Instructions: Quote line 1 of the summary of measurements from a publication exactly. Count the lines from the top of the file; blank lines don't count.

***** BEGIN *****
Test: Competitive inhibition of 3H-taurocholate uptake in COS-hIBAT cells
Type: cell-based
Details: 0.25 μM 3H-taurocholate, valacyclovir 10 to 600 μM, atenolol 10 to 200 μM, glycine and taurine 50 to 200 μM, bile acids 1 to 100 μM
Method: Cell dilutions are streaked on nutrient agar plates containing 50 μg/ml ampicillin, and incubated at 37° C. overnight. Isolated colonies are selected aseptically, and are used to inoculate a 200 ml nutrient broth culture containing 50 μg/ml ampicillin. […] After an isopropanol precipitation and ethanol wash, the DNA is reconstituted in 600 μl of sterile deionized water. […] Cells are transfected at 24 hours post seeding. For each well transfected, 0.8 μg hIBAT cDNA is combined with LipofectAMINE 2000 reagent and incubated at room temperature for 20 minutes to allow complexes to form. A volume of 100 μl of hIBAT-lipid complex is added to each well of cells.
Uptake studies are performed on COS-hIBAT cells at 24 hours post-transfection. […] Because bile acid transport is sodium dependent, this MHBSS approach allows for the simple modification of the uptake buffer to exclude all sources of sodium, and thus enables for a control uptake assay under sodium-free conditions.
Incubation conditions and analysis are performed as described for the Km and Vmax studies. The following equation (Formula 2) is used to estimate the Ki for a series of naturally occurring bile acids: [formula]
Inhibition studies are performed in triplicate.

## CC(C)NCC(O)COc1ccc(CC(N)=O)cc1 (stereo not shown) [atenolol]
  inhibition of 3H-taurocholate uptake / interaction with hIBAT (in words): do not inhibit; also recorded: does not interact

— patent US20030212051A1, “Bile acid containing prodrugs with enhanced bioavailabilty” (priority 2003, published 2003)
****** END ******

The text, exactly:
Test: Competitive inhibition of 3H-taurocholate uptake in COS-hIBAT cells